Wednesday, November 21, 2007

Investment banks erred by chasing future mortgage profits

WASHINGTON _ Big-name investment banks are taking a financial beating this year, leaving many Americans to ask: Just how did all these Wall Street bankers in their $5,000 John Lobb shoes manage to step in you-know-what?

The answer is simple: They made the same mistakes as the rest of us, just with more zeros attached to them and bigger consequences for the U.S. economy, if not for their own $625 John Lobb wallets.

Those mistakes are why the heads of Merrill Lynch and Citigroup have been ousted in recent weeks, why household names such as Bank of America and Wachovia are announcing billion-dollar losses and why more trouble is brewing.

Individual investors frequently lose money by chasing past returns, deciding on future investments by looking at past performance instead of future market conditions. Investment banks did just that amid the booming housing market. They mirrored each other's moves as they raced into ever-shakier lending. Some estimates suggest that collectively they'll lose more than $400 billion.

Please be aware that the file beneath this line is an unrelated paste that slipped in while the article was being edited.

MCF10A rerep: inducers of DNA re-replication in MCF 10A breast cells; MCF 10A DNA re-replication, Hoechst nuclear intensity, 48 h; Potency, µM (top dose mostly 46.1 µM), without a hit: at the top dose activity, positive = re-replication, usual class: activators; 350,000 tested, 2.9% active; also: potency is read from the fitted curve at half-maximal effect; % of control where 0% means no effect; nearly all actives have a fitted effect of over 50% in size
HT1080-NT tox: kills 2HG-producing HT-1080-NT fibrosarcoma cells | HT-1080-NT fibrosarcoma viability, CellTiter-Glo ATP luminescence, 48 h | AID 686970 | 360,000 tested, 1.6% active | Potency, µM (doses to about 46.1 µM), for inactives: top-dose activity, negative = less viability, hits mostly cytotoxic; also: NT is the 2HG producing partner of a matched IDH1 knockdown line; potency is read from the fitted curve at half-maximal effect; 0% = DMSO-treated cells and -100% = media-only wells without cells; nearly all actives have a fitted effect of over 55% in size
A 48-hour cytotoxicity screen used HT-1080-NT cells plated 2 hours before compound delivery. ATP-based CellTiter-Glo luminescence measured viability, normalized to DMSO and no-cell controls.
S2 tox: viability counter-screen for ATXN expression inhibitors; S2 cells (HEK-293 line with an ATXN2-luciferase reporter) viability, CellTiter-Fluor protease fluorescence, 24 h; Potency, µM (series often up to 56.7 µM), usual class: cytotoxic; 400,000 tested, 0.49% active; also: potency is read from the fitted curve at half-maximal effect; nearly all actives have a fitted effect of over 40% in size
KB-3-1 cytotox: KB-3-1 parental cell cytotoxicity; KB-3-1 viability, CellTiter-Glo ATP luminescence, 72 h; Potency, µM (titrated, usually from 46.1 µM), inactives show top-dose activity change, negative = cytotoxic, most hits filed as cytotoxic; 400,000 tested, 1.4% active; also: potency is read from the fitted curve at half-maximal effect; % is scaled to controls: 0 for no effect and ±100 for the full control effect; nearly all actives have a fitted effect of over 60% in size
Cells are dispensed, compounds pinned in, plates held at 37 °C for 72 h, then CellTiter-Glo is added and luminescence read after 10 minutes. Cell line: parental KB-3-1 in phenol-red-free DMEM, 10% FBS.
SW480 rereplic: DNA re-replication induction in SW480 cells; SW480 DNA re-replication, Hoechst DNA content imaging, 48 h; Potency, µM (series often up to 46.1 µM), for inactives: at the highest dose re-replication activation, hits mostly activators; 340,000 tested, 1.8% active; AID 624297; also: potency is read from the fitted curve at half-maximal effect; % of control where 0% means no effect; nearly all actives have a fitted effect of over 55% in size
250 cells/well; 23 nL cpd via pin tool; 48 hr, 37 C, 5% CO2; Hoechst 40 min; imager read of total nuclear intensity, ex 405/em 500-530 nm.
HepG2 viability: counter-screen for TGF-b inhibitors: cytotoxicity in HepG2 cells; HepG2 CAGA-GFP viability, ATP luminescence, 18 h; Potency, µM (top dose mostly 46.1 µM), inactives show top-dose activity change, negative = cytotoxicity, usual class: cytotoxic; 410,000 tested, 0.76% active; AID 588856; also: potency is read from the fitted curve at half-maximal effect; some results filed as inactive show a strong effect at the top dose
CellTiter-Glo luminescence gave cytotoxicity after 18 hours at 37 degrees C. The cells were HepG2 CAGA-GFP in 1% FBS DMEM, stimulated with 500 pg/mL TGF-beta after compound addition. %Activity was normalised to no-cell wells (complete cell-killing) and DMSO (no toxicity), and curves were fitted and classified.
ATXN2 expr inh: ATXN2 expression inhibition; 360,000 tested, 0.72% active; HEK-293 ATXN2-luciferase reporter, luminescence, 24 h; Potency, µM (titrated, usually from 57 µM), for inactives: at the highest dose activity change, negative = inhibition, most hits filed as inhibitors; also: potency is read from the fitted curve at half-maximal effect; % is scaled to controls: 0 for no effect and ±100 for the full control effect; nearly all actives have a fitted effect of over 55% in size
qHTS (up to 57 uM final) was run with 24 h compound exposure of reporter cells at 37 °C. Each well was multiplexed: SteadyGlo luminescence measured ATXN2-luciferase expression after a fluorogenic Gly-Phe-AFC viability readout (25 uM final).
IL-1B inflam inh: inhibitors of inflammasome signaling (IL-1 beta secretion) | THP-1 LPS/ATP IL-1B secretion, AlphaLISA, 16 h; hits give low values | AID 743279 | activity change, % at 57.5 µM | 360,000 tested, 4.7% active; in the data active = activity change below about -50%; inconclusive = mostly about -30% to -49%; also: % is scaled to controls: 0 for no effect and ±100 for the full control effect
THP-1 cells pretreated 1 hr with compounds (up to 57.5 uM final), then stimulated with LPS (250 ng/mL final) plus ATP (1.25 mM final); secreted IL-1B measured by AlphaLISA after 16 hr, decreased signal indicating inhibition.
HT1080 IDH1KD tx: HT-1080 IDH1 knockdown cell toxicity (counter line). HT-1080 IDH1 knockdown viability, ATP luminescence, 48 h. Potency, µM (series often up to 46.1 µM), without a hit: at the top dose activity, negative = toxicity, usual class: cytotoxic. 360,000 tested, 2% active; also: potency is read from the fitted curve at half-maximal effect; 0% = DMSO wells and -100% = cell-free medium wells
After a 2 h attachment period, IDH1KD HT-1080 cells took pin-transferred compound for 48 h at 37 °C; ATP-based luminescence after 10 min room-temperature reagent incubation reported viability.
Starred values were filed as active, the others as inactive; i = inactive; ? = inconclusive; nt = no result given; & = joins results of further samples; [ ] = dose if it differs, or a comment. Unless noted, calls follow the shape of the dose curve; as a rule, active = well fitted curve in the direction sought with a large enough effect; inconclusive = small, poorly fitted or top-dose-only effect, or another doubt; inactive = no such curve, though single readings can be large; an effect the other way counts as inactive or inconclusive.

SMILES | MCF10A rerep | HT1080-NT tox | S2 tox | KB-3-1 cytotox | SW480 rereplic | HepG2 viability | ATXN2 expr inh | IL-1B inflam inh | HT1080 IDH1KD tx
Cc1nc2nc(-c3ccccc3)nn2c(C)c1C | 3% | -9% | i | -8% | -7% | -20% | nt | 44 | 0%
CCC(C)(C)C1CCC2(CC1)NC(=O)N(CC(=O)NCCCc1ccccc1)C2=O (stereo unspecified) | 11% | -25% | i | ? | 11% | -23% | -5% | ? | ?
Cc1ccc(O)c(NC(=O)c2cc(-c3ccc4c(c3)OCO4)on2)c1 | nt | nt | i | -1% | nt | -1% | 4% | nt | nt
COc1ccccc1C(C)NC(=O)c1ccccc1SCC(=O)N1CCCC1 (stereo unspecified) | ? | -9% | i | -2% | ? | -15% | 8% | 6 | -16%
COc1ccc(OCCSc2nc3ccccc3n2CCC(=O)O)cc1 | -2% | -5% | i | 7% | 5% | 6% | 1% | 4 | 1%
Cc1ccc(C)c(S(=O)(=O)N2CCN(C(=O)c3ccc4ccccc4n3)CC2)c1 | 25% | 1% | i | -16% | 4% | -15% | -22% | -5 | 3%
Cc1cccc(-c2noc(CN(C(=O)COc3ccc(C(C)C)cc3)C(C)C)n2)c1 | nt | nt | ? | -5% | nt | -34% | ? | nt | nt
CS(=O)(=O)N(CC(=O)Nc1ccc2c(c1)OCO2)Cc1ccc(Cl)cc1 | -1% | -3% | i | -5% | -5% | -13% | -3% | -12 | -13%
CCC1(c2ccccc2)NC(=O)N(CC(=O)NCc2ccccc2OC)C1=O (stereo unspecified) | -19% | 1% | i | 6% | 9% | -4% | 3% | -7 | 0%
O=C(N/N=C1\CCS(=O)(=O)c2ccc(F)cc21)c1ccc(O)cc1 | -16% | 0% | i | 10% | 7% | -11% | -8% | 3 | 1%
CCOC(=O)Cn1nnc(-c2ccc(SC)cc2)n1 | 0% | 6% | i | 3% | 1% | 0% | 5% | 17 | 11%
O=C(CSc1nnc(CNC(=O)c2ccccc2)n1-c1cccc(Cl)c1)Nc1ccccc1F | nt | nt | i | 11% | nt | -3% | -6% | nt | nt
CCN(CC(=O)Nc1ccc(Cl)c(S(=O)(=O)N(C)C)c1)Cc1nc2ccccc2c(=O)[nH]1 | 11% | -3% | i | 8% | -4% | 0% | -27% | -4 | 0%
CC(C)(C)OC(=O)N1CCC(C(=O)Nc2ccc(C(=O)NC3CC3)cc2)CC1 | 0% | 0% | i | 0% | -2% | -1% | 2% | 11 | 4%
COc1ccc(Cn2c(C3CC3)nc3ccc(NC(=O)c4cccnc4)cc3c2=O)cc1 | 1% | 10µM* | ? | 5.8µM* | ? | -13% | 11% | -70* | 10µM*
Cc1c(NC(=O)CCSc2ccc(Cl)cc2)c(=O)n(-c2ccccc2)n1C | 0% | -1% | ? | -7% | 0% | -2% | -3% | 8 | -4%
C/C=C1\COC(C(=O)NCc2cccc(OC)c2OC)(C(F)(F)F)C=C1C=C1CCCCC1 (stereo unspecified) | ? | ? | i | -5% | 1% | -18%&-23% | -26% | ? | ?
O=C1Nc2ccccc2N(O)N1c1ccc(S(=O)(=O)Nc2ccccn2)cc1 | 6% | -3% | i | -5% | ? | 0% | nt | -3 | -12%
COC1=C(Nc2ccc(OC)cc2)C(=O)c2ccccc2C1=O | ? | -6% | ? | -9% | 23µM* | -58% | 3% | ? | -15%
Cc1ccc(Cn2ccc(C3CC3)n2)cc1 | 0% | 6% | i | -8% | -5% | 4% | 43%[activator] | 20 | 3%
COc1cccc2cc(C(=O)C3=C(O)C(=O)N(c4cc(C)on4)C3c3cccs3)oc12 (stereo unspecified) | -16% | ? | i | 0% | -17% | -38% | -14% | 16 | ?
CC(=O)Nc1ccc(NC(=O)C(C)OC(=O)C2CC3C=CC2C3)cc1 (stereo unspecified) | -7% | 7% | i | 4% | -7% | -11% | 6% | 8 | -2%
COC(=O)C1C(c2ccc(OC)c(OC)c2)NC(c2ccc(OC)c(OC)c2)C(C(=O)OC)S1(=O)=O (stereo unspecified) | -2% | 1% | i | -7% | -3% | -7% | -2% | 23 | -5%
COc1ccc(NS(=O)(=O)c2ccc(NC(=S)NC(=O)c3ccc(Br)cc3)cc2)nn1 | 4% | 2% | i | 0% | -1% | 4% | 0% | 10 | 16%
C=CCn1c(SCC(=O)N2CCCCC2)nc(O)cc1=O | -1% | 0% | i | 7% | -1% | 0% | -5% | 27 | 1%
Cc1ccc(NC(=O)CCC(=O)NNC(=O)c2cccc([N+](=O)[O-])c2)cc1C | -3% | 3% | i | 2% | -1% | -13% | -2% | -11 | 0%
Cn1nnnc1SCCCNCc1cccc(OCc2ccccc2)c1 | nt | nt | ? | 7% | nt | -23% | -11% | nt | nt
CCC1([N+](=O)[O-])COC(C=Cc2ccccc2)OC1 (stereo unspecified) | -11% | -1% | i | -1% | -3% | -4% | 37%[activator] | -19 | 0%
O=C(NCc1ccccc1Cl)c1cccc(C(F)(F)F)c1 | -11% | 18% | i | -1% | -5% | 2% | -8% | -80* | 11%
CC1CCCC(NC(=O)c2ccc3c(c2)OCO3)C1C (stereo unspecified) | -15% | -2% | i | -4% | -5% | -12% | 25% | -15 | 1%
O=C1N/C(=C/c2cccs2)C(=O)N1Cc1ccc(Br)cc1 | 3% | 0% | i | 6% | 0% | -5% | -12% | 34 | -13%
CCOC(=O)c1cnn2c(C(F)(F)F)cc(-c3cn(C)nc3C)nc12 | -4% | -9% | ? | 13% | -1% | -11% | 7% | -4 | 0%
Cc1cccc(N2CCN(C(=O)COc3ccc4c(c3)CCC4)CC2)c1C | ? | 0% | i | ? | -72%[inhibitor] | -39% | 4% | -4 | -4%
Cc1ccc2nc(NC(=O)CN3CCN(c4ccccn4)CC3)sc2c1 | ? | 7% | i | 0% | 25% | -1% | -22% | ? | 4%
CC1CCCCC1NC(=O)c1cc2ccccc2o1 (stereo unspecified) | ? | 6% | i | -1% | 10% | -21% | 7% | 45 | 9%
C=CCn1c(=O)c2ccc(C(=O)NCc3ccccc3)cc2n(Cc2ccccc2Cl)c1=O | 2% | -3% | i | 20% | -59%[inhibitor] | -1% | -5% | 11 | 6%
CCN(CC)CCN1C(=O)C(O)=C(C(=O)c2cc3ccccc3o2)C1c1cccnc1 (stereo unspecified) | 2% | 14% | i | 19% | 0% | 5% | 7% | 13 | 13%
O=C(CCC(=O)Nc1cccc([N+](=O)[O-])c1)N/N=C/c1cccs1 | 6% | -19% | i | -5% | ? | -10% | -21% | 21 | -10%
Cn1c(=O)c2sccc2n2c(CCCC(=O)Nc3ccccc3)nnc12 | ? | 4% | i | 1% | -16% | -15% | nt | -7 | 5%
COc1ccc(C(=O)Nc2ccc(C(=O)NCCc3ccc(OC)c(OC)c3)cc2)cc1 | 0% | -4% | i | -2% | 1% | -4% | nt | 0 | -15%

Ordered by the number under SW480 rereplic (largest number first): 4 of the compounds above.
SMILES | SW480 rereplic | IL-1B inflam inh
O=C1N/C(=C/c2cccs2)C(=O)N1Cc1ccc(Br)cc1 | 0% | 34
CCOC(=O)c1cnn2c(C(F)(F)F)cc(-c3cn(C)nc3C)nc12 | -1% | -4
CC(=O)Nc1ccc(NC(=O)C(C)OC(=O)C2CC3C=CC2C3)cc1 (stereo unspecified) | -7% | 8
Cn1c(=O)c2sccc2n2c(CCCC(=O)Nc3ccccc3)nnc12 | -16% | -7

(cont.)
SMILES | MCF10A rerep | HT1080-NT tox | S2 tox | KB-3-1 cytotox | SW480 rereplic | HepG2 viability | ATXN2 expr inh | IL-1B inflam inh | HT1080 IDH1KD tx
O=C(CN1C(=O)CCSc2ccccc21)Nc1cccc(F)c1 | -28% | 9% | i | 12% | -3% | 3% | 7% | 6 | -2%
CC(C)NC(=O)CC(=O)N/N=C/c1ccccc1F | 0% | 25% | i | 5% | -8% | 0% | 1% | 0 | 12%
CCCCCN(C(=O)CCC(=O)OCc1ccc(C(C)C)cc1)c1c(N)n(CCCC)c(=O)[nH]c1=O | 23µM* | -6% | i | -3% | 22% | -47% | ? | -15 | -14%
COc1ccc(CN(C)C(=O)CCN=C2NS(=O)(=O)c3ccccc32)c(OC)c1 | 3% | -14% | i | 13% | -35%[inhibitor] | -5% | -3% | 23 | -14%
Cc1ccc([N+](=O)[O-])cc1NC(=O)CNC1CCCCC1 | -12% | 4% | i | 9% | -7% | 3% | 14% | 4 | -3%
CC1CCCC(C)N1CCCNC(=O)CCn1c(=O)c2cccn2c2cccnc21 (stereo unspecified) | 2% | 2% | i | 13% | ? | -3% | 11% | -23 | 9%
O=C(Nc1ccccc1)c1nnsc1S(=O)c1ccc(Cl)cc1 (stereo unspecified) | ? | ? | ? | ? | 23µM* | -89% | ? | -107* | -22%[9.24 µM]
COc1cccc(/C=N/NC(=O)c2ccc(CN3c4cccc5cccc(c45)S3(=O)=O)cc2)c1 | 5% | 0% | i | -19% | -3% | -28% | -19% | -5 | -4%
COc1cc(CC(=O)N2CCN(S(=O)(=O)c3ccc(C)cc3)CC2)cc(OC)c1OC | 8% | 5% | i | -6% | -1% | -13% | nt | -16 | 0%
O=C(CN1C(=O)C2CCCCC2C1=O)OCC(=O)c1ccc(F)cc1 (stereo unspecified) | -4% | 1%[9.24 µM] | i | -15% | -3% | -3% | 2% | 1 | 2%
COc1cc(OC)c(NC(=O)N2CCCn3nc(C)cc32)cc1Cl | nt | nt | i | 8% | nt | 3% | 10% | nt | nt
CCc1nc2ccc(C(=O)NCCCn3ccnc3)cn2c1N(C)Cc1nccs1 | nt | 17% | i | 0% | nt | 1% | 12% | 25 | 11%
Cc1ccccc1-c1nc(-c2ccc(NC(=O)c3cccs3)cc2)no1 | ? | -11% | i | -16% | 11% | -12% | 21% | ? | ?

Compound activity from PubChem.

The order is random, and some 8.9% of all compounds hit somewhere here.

"They are basically a herd of sheep. They all go into it together," said A. Gary Shilling, a financial consultant and television commentator who warned in 2005 and 2006 of troubles to come. In the 1980s, banks followed each other into massive Latin American debt. Later, he said, they all got burned together by losses in manufactured housing.

In hindsight, the risks from an overheated housing market seem obvious. But in a now-famous July interview with London's Financial Times, then-Citigroup CEO Charles Prince appeared to confirm the sheep metaphor when he shrugged off the imminent danger.

"When the music stops, in terms of liquidity, things will be complicated. But as long as the music is playing, you've got to get up and dance. We're still dancing," he said.


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